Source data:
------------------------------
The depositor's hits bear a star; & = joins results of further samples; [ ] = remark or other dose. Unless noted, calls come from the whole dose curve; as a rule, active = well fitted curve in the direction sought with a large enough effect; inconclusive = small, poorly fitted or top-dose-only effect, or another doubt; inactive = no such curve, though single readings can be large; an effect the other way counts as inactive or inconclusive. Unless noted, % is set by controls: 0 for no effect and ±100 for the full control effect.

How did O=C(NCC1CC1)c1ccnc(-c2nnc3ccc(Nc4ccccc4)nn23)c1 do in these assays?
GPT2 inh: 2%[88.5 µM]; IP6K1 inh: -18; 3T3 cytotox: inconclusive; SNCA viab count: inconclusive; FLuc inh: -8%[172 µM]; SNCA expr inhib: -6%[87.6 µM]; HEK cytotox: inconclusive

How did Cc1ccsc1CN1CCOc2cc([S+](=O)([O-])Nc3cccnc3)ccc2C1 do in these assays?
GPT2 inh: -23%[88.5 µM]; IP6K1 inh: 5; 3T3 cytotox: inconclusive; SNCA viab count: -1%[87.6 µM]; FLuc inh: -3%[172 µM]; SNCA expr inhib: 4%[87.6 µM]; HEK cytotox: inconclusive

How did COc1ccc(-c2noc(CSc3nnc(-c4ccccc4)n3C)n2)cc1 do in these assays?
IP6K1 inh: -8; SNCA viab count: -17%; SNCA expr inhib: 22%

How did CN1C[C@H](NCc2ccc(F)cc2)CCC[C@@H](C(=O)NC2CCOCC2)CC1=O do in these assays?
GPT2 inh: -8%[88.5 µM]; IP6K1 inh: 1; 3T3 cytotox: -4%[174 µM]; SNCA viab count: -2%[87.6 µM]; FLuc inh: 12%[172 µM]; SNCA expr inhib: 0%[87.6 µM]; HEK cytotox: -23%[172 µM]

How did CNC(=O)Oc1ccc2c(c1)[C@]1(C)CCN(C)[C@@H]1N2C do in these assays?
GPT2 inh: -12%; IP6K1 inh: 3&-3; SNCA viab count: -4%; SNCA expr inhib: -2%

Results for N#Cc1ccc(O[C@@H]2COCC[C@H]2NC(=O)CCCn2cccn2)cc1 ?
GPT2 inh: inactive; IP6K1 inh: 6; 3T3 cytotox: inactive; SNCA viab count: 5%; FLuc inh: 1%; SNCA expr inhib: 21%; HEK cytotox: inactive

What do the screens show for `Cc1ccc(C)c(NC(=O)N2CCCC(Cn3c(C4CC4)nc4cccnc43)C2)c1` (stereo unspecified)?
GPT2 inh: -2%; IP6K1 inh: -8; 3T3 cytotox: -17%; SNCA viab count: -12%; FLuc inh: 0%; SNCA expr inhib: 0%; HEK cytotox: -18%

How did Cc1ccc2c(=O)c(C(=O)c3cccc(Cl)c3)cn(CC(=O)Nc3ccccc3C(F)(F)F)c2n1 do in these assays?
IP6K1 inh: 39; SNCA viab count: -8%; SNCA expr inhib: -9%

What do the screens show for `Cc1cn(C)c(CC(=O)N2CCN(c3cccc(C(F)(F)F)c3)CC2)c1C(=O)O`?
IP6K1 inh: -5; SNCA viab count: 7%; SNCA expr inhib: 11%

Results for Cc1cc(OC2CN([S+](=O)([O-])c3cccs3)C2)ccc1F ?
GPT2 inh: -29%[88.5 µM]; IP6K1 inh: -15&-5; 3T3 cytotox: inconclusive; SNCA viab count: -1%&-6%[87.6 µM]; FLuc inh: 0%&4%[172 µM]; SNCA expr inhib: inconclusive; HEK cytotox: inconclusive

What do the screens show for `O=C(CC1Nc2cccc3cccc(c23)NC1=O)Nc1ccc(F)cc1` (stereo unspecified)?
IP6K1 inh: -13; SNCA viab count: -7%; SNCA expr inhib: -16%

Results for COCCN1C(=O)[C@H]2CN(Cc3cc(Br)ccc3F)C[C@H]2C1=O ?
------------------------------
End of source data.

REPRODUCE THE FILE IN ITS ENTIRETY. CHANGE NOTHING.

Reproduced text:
The depositor's hits bear a star; & = joins results of further samples; [ ] = remark or other dose. Unless noted, calls come from the whole dose curve; as a rule, active = well fitted curve in the direction sought with a large enough effect; inconclusive = small, poorly fitted or top-dose-only effect, or another doubt; inactive = no such curve, though single readings can be large; an effect the other way counts as inactive or inconclusive. Unless noted, % is set by controls: 0 for no effect and ±100 for the full control effect.

How did O=C(NCC1CC1)c1ccnc(-c2nnc3ccc(Nc4ccccc4)nn23)c1 do in these assays?
GPT2 inh: 2%[88.5 µM]; IP6K1 inh: -18; 3T3 cytotox: inconclusive; SNCA viab count: inconclusive; FLuc inh: -8%[172 µM]; SNCA expr inhib: -6%[87.6 µM]; HEK cytotox: inconclusive

How did Cc1ccsc1CN1CCOc2cc([S+](=O)([O-])Nc3cccnc3)ccc2C1 do in these assays?
GPT2 inh: -23%[88.5 µM]; IP6K1 inh: 5; 3T3 cytotox: inconclusive; SNCA viab count: -1%[87.6 µM]; FLuc inh: -3%[172 µM]; SNCA expr inhib: 4%[87.6 µM]; HEK cytotox: inconclusive

How did COc1ccc(-c2noc(CSc3nnc(-c4ccccc4)n3C)n2)cc1 do in these assays?
IP6K1 inh: -8; SNCA viab count: -17%; SNCA expr inhib: 22%

How did CN1C[C@H](NCc2ccc(F)cc2)CCC[C@@H](C(=O)NC2CCOCC2)CC1=O do in these assays?
GPT2 inh: -8%[88.5 µM]; IP6K1 inh: 1; 3T3 cytotox: -4%[174 µM]; SNCA viab count: -2%[87.6 µM]; FLuc inh: 12%[172 µM]; SNCA expr inhib: 0%[87.6 µM]; HEK cytotox: -23%[172 µM]

How did CNC(=O)Oc1ccc2c(c1)[C@]1(C)CCN(C)[C@@H]1N2C do in these assays?
GPT2 inh: -12%; IP6K1 inh: 3&-3; SNCA viab count: -4%; SNCA expr inhib: -2%

Results for N#Cc1ccc(O[C@@H]2COCC[C@H]2NC(=O)CCCn2cccn2)cc1 ?
GPT2 inh: inactive; IP6K1 inh: 6; 3T3 cytotox: inactive; SNCA viab count: 5%; FLuc inh: 1%; SNCA expr inhib: 21%; HEK cytotox: inactive

What do the screens show for `Cc1ccc(C)c(NC(=O)N2CCCC(Cn3c(C4CC4)nc4cccnc43)C2)c1` (stereo unspecified)?
GPT2 inh: -2%; IP6K1 inh: -8; 3T3 cytotox: -17%; SNCA viab count: -12%; FLuc inh: 0%; SNCA expr inhib: 0%; HEK cytotox: -18%

How did Cc1ccc2c(=O)c(C(=O)c3cccc(Cl)c3)cn(CC(=O)Nc3ccccc3C(F)(F)F)c2n1 do in these assays?
IP6K1 inh: 39; SNCA viab count: -8%; SNCA expr inhib: -9%

What do the screens show for `Cc1cn(C)c(CC(=O)N2CCN(c3cccc(C(F)(F)F)c3)CC2)c1C(=O)O`?
IP6K1 inh: -5; SNCA viab count: 7%; SNCA expr inhib: 11%

Results for Cc1cc(OC2CN([S+](=O)([O-])c3cccs3)C2)ccc1F ?
GPT2 inh: -29%[88.5 µM]; IP6K1 inh: -15&-5; 3T3 cytotox: inconclusive; SNCA viab count: -1%&-6%[87.6 µM]; FLuc inh: 0%&4%[172 µM]; SNCA expr inhib: inconclusive; HEK cytotox: inconclusive

What do the screens show for `O=C(CC1Nc2cccc3cccc(c23)NC1=O)Nc1ccc(F)cc1` (stereo unspecified)?
IP6K1 inh: -13; SNCA viab count: -7%; SNCA expr inhib: -16%

Results for COCCN1C(=O)[C@H]2CN(Cc3cc(Br)ccc3F)C[C@H]2C1=O ?